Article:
There are winners and losers in sport all around the year. Medals and trophies appreciating sporting excellence are handed out every other day in some part of the world or other. Words are written about those achievements to preserve the memories. Yet often, it is not mere victory or defeat, but the triumph of will that inspires the best of sports writing.

India’s defiant effort at Sydney Cricket Ground was not a win. It is one of those things that writes easily into a cricket joke: “hey, remember the time when 22 players (not quite, if you make concessions for the injured Indians) fought for five days in a cricket match and in the end there was no winner? How crazy is that?” But it is true: the events in Sydney from January 7 to 11, 2021 had drama that matched the best of wins or the worst of defeats.

Here’s a selection of articles from around the web that do a stellar job in reliving the moments of epic battle we witnessed the third Test between Australia and India:

Prithi Ashwin, having witnessed her husband Ashwin Ravinchandran go through the wringer at SCG a day after barely being able to sit or walk due to his back issues, perfectly sums the emotional rollercoaster of being the family member of an athlete competing at the highest level. She writes for The Indian Express.

Try as I did, I couldn’t relax as the overs ticked by. Ashwin seemed more relaxed than me. The usual Ashwin mannerisms had begun to come through. He was helping his partner. When one can do that in that situation, thinking beyond oneself, it means they were in control of their emotions. I heard him tell Hanuma, “Pathu Pathu ball, adulaaam” (We will play 10 balls each). It felt good to hear his voice. The same stump microphone would later bring up other voices, which weren’t that good! When Tim Paine started talking, my worry wasn’t what he was saying but that Ashwin was talking back. Something he hadn’t done until then. ‘Was he losing focus or is the back pain irritating him that he is reacting? What if something happens now? Don’t do it, Ash. Don’t talk back,’ I thought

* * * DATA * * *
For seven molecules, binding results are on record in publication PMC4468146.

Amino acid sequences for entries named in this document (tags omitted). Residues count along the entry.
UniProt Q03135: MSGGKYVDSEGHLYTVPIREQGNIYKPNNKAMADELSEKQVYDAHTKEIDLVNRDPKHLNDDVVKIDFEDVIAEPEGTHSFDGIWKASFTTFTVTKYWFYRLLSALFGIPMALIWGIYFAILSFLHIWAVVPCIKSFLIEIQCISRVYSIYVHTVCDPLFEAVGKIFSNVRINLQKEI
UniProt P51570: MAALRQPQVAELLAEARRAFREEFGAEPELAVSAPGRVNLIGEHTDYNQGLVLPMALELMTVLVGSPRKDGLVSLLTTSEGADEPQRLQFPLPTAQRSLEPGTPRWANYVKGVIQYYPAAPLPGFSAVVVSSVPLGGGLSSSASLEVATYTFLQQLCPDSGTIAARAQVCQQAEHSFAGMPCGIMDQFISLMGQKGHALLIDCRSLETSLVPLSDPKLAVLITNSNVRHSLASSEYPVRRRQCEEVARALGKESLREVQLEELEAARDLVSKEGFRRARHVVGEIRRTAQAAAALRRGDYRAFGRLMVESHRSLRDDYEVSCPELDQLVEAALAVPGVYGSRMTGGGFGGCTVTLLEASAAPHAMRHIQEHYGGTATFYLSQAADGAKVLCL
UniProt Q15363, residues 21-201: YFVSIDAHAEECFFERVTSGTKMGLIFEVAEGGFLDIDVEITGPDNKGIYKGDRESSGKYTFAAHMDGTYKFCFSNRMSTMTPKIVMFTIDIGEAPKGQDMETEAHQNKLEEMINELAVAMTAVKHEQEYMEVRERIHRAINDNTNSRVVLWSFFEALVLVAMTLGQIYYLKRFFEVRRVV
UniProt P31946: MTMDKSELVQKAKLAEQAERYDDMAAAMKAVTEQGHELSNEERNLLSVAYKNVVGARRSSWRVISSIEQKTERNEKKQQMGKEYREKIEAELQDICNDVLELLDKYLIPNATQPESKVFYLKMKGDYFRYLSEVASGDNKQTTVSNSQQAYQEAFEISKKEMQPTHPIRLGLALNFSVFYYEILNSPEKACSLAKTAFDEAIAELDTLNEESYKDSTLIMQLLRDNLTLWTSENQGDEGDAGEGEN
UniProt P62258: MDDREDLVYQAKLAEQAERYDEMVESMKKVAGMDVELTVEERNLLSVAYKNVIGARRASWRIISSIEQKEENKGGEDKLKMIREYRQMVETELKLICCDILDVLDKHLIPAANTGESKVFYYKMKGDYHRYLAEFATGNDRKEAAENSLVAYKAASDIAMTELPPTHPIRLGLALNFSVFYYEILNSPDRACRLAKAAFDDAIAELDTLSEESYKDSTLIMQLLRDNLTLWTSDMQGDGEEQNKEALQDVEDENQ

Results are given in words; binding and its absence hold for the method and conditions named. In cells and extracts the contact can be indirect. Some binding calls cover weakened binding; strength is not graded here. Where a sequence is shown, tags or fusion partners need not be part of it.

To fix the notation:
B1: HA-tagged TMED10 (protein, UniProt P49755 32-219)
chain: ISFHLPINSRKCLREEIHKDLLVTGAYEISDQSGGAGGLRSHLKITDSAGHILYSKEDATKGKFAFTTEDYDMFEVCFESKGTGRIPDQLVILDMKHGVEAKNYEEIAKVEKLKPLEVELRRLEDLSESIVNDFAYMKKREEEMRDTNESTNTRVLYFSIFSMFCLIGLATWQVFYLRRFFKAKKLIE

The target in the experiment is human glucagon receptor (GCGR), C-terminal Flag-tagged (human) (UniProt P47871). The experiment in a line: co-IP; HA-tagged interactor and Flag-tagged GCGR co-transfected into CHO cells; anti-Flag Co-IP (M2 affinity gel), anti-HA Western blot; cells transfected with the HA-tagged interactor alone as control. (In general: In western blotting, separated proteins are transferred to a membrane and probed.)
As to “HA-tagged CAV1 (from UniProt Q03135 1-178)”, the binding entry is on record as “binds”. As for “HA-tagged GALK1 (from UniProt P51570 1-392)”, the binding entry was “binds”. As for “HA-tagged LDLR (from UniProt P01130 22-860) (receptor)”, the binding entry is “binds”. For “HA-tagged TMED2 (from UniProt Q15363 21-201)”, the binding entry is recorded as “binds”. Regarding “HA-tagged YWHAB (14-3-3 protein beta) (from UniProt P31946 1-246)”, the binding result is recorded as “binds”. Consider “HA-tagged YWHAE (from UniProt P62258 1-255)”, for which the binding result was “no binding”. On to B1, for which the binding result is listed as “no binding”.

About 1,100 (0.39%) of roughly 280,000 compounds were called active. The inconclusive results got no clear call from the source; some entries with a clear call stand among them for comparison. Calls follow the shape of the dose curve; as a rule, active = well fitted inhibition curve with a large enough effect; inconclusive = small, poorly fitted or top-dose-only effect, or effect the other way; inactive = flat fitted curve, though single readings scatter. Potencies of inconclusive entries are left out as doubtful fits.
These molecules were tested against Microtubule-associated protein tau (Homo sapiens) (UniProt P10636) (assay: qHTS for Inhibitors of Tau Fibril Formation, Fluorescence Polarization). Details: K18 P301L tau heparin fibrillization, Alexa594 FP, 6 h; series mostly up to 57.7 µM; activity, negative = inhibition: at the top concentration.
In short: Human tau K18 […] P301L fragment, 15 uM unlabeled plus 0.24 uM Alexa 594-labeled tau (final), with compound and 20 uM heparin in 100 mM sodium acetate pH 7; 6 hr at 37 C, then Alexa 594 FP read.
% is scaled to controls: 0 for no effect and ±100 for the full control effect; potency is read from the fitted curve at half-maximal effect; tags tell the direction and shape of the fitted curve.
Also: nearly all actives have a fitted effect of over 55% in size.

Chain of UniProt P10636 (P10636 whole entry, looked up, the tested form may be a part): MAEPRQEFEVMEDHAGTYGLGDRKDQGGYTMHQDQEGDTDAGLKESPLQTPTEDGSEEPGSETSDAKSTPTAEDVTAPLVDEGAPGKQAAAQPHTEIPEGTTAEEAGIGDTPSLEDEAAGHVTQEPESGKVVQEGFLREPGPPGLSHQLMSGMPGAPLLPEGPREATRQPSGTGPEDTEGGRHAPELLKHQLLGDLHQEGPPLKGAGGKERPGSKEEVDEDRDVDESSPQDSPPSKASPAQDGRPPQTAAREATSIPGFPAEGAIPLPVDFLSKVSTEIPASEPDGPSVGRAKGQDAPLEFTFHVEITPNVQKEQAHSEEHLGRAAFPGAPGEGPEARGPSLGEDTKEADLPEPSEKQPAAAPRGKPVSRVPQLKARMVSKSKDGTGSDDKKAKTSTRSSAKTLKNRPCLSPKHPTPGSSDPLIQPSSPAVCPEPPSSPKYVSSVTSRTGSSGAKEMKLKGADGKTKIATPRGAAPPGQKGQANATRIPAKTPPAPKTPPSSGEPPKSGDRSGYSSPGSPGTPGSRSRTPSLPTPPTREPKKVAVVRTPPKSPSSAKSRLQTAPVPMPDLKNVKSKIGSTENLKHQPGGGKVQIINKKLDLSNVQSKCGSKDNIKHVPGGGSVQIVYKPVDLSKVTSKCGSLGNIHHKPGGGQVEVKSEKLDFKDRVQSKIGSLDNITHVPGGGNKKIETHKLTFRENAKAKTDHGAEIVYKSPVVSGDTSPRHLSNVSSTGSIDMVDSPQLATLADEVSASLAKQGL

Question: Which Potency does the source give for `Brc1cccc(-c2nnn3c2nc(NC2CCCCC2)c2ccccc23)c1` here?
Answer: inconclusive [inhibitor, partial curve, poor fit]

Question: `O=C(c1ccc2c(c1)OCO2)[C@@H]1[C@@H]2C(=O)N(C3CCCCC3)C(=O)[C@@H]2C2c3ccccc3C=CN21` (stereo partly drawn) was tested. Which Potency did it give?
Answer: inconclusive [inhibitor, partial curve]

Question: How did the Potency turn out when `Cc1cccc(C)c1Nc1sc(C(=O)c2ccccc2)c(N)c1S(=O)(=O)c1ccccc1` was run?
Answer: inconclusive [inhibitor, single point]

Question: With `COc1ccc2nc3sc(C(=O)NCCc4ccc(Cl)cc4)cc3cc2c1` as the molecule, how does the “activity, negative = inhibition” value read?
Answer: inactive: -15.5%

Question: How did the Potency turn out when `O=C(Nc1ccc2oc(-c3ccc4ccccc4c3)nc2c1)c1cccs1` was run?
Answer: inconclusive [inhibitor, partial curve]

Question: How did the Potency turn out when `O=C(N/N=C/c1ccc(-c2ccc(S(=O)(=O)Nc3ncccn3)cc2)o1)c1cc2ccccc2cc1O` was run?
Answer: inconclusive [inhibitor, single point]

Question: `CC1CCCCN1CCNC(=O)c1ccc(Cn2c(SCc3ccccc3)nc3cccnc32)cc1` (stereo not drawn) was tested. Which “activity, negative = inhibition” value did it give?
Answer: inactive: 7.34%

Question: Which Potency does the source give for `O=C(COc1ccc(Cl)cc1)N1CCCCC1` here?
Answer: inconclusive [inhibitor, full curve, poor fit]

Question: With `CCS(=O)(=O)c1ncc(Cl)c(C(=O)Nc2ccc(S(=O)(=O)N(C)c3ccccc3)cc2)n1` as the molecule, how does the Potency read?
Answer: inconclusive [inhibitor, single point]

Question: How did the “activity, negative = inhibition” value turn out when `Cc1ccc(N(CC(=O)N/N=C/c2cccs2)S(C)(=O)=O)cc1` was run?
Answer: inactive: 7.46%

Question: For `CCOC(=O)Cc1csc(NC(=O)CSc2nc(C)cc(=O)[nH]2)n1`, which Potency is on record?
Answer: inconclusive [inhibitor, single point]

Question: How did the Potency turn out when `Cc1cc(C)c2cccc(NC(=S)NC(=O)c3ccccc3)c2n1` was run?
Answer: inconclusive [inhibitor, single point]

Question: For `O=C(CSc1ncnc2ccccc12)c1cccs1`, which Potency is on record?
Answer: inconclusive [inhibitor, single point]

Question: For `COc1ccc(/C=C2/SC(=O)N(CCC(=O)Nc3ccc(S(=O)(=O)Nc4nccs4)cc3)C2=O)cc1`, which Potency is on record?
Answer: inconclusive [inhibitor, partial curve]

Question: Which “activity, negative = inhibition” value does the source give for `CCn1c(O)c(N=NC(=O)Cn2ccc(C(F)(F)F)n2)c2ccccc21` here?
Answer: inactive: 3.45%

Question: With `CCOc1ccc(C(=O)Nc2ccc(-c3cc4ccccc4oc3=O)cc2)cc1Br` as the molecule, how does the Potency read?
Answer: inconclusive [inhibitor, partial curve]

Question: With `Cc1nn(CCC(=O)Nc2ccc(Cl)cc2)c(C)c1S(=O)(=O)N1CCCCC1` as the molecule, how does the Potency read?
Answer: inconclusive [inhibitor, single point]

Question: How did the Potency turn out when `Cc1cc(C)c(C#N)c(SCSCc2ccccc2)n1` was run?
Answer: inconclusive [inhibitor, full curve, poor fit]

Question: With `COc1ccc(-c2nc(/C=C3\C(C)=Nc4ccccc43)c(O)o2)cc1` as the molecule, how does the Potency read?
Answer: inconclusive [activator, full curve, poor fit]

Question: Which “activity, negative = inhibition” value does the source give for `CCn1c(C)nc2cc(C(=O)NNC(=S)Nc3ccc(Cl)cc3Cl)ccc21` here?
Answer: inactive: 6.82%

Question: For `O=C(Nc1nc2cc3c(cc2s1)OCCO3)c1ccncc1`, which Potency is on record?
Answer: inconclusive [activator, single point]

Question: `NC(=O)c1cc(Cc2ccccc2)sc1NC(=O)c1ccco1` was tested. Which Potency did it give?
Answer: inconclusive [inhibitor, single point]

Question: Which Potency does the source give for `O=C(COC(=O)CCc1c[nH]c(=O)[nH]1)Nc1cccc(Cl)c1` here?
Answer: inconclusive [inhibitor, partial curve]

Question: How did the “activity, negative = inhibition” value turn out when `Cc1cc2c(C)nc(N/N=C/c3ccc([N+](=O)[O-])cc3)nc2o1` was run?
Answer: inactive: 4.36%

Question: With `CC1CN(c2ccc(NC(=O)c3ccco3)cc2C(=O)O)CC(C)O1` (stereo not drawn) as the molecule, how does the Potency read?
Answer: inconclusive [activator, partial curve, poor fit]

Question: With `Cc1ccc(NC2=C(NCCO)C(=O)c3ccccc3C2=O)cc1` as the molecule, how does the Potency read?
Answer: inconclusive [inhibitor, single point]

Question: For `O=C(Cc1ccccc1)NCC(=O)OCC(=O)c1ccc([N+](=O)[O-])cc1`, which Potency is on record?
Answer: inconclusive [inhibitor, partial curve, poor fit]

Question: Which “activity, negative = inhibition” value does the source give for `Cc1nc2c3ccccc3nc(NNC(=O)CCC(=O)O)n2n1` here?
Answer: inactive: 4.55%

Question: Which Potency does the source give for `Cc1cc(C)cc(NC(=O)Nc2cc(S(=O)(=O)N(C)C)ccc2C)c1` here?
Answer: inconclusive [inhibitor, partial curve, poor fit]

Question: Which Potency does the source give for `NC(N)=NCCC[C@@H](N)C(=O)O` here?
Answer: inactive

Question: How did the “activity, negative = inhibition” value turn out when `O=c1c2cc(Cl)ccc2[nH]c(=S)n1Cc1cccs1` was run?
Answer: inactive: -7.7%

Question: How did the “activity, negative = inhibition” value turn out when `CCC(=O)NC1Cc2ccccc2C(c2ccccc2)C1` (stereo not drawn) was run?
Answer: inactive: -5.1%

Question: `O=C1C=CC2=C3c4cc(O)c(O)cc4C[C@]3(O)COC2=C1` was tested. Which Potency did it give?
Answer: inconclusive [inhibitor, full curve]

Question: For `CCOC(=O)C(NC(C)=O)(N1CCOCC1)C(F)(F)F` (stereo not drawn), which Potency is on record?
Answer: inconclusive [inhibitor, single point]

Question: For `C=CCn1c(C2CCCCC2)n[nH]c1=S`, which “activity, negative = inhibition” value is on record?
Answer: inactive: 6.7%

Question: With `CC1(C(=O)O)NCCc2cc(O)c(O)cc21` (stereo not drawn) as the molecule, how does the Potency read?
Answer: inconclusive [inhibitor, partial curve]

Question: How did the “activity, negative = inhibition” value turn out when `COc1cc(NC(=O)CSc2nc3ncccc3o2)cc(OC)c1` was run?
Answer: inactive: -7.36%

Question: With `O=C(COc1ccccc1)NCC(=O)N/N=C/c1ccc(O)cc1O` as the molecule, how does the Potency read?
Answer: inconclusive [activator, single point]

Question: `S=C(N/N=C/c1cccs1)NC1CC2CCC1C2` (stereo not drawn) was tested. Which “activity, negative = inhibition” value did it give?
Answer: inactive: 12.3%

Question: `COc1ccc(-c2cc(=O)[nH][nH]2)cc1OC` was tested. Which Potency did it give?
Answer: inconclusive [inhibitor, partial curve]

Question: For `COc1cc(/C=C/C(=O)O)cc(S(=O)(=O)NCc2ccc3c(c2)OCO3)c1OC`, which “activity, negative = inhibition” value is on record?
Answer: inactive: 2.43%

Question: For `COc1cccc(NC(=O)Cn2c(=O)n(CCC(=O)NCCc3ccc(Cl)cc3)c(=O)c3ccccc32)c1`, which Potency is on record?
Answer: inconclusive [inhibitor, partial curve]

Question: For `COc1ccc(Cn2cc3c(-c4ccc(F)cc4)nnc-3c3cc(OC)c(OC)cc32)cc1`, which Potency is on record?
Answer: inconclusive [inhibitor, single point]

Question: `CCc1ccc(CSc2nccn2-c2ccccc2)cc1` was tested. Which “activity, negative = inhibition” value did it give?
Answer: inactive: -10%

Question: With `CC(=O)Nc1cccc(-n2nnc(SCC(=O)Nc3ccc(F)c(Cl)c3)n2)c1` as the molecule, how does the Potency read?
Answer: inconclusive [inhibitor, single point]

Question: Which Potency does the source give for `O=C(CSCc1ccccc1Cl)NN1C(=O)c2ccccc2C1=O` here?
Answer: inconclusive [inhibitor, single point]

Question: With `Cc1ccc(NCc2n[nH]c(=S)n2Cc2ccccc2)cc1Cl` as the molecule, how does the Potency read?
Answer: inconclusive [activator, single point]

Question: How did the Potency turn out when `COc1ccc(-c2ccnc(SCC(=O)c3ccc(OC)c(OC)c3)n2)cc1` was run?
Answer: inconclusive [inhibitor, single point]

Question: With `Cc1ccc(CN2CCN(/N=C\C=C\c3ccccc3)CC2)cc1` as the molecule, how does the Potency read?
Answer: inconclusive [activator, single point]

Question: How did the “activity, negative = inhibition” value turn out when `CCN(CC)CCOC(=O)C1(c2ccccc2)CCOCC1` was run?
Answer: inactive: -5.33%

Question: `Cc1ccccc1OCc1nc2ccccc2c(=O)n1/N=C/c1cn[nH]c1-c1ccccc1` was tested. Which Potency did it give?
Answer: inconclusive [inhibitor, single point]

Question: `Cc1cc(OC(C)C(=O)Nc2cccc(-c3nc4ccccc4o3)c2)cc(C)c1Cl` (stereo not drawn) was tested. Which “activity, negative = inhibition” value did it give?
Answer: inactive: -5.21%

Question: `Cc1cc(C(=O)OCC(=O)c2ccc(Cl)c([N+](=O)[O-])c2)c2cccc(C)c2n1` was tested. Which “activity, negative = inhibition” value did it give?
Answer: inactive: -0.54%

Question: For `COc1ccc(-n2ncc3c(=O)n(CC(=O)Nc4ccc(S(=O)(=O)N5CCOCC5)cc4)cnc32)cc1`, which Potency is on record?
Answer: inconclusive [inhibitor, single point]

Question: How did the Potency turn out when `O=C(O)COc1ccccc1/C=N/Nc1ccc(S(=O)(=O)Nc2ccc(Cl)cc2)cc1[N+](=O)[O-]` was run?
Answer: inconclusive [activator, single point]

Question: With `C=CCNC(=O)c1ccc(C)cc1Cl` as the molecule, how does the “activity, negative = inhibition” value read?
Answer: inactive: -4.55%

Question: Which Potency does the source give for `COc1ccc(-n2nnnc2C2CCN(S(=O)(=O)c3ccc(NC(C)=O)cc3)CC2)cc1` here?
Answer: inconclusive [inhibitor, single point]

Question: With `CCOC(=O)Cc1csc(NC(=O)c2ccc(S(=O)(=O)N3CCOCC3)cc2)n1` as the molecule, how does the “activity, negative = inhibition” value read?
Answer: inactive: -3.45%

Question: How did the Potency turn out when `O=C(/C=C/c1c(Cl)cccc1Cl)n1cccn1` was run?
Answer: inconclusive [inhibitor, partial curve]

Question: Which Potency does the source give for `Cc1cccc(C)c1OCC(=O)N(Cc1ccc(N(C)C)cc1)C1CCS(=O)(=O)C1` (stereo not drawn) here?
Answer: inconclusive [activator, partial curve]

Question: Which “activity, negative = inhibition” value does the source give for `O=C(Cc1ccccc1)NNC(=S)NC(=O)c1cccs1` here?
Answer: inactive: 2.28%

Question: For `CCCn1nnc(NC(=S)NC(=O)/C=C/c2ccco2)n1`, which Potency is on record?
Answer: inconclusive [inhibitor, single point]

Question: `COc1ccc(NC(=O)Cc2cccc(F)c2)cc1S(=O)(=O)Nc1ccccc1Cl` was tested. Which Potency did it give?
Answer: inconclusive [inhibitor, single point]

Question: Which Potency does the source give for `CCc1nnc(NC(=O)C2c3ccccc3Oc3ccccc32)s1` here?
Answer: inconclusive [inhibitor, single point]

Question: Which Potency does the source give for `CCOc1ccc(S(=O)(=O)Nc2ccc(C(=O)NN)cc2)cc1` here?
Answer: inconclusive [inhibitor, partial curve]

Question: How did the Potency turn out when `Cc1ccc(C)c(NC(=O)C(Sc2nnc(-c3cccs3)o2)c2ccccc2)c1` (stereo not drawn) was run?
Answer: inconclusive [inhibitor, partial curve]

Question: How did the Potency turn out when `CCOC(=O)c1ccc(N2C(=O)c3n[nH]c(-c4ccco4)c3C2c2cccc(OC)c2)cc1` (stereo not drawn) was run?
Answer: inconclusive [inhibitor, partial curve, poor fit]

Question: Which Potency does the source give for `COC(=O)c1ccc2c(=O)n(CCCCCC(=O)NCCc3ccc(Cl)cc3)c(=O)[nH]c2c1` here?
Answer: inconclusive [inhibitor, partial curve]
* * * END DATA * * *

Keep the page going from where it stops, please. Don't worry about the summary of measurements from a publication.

— The Indian Express

Prem Panicker writes in a blog titled Of boys, and burning decks:

Thighs, ribs, upper arm, shoulder – if you took [Ashwin’s] shirt off, you could see the story of his 128-ball defiance tattooed on his skin in shades of blue and purple. He stood there, and took it all, and survived it all. When a desperate Paine tried to rattle him with abuse, he gave back better than he got. Always one to insist on fair play, he pointedly walked away each time the keeper and slips chattered as he got into his stance. When the Australians turned to Nathan Lyon, he put on a masterclass in the art of defending to spin – full stretch forward, angled bat in front of pad, the ball meeting the bat just beneath the eyeline… The ball that spun found the middle. The ball bowled straight through with the arm found the middle. Every variation Lyon tried, Ashwin met with the middle of his bat and, in the process, demonstrated the subtle art of reading spin out of the hand.


Indians were bruised in Sydney, but did not give up / AFP

Bharat Sundaresan writes in Cricbuzz, having not just witnessed the epic from Sydney but also following the events in the net sessions that offered plenty more insight: